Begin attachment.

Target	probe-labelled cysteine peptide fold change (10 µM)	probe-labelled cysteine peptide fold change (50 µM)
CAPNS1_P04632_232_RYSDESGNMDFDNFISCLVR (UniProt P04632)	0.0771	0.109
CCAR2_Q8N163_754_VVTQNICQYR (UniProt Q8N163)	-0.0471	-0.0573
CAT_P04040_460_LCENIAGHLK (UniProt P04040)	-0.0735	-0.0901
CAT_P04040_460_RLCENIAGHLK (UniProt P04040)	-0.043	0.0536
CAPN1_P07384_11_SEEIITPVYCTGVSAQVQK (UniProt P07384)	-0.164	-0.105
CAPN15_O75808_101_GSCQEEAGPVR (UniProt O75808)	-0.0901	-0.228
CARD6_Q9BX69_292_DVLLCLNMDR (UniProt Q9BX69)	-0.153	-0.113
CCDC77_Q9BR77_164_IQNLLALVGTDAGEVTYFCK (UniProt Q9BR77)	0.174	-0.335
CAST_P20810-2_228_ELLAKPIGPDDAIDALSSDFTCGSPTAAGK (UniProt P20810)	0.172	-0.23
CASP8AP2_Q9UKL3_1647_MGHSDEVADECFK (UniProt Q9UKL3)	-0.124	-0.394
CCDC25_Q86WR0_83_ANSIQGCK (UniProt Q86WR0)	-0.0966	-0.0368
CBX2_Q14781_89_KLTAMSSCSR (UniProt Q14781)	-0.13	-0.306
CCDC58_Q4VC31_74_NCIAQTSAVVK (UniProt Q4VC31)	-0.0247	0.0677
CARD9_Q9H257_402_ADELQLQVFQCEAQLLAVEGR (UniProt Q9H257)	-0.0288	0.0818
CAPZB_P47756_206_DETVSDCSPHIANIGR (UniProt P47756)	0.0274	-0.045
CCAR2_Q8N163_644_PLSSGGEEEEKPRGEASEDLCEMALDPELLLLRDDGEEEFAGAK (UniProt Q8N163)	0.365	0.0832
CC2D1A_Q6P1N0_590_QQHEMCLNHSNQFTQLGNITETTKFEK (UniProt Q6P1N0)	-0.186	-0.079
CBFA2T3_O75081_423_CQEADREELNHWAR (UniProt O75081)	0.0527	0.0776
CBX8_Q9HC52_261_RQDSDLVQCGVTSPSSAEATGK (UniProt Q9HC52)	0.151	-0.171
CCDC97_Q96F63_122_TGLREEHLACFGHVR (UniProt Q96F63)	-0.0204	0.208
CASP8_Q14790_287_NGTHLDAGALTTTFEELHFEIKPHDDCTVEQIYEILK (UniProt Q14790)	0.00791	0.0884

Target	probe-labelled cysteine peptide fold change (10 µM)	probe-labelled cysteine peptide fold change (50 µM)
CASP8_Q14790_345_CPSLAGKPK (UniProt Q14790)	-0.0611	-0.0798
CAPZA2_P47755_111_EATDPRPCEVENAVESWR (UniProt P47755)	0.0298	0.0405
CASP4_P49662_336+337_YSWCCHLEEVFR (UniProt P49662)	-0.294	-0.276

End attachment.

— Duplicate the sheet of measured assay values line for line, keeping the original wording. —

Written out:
Target	probe-labelled cysteine peptide fold change (10 µM)	probe-labelled cysteine peptide fold change (50 µM)
CAPNS1_P04632_232_RYSDESGNMDFDNFISCLVR (UniProt P04632)	0.0771	0.109
CCAR2_Q8N163_754_VVTQNICQYR (UniProt Q8N163)	-0.0471	-0.0573
CAT_P04040_460_LCENIAGHLK (UniProt P04040)	-0.0735	-0.0901
CAT_P04040_460_RLCENIAGHLK (UniProt P04040)	-0.043	0.0536
CAPN1_P07384_11_SEEIITPVYCTGVSAQVQK (UniProt P07384)	-0.164	-0.105
CAPN15_O75808_101_GSCQEEAGPVR (UniProt O75808)	-0.0901	-0.228
CARD6_Q9BX69_292_DVLLCLNMDR (UniProt Q9BX69)	-0.153	-0.113
CCDC77_Q9BR77_164_IQNLLALVGTDAGEVTYFCK (UniProt Q9BR77)	0.174	-0.335
CAST_P20810-2_228_ELLAKPIGPDDAIDALSSDFTCGSPTAAGK (UniProt P20810)	0.172	-0.23
CASP8AP2_Q9UKL3_1647_MGHSDEVADECFK (UniProt Q9UKL3)	-0.124	-0.394
CCDC25_Q86WR0_83_ANSIQGCK (UniProt Q86WR0)	-0.0966	-0.0368
CBX2_Q14781_89_KLTAMSSCSR (UniProt Q14781)	-0.13	-0.306
CCDC58_Q4VC31_74_NCIAQTSAVVK (UniProt Q4VC31)	-0.0247	0.0677
CARD9_Q9H257_402_ADELQLQVFQCEAQLLAVEGR (UniProt Q9H257)	-0.0288	0.0818
CAPZB_P47756_206_DETVSDCSPHIANIGR (UniProt P47756)	0.0274	-0.045
CCAR2_Q8N163_644_PLSSGGEEEEKPRGEASEDLCEMALDPELLLLRDDGEEEFAGAK (UniProt Q8N163)	0.365	0.0832
CC2D1A_Q6P1N0_590_QQHEMCLNHSNQFTQLGNITETTKFEK (UniProt Q6P1N0)	-0.186	-0.079
CBFA2T3_O75081_423_CQEADREELNHWAR (UniProt O75081)	0.0527	0.0776
CBX8_Q9HC52_261_RQDSDLVQCGVTSPSSAEATGK (UniProt Q9HC52)	0.151	-0.171
CCDC97_Q96F63_122_TGLREEHLACFGHVR (UniProt Q96F63)	-0.0204	0.208
CASP8_Q14790_287_NGTHLDAGALTTTFEELHFEIKPHDDCTVEQIYEILK (UniProt Q14790)	0.00791	0.0884

Target	probe-labelled cysteine peptide fold change (10 µM)	probe-labelled cysteine peptide fold change (50 µM)
CASP8_Q14790_345_CPSLAGKPK (UniProt Q14790)	-0.0611	-0.0798
CAPZA2_P47755_111_EATDPRPCEVENAVESWR (UniProt P47755)	0.0298	0.0405
CASP4_P49662_336+337_YSWCCHLEEVFR (UniProt P49662)	-0.294	-0.276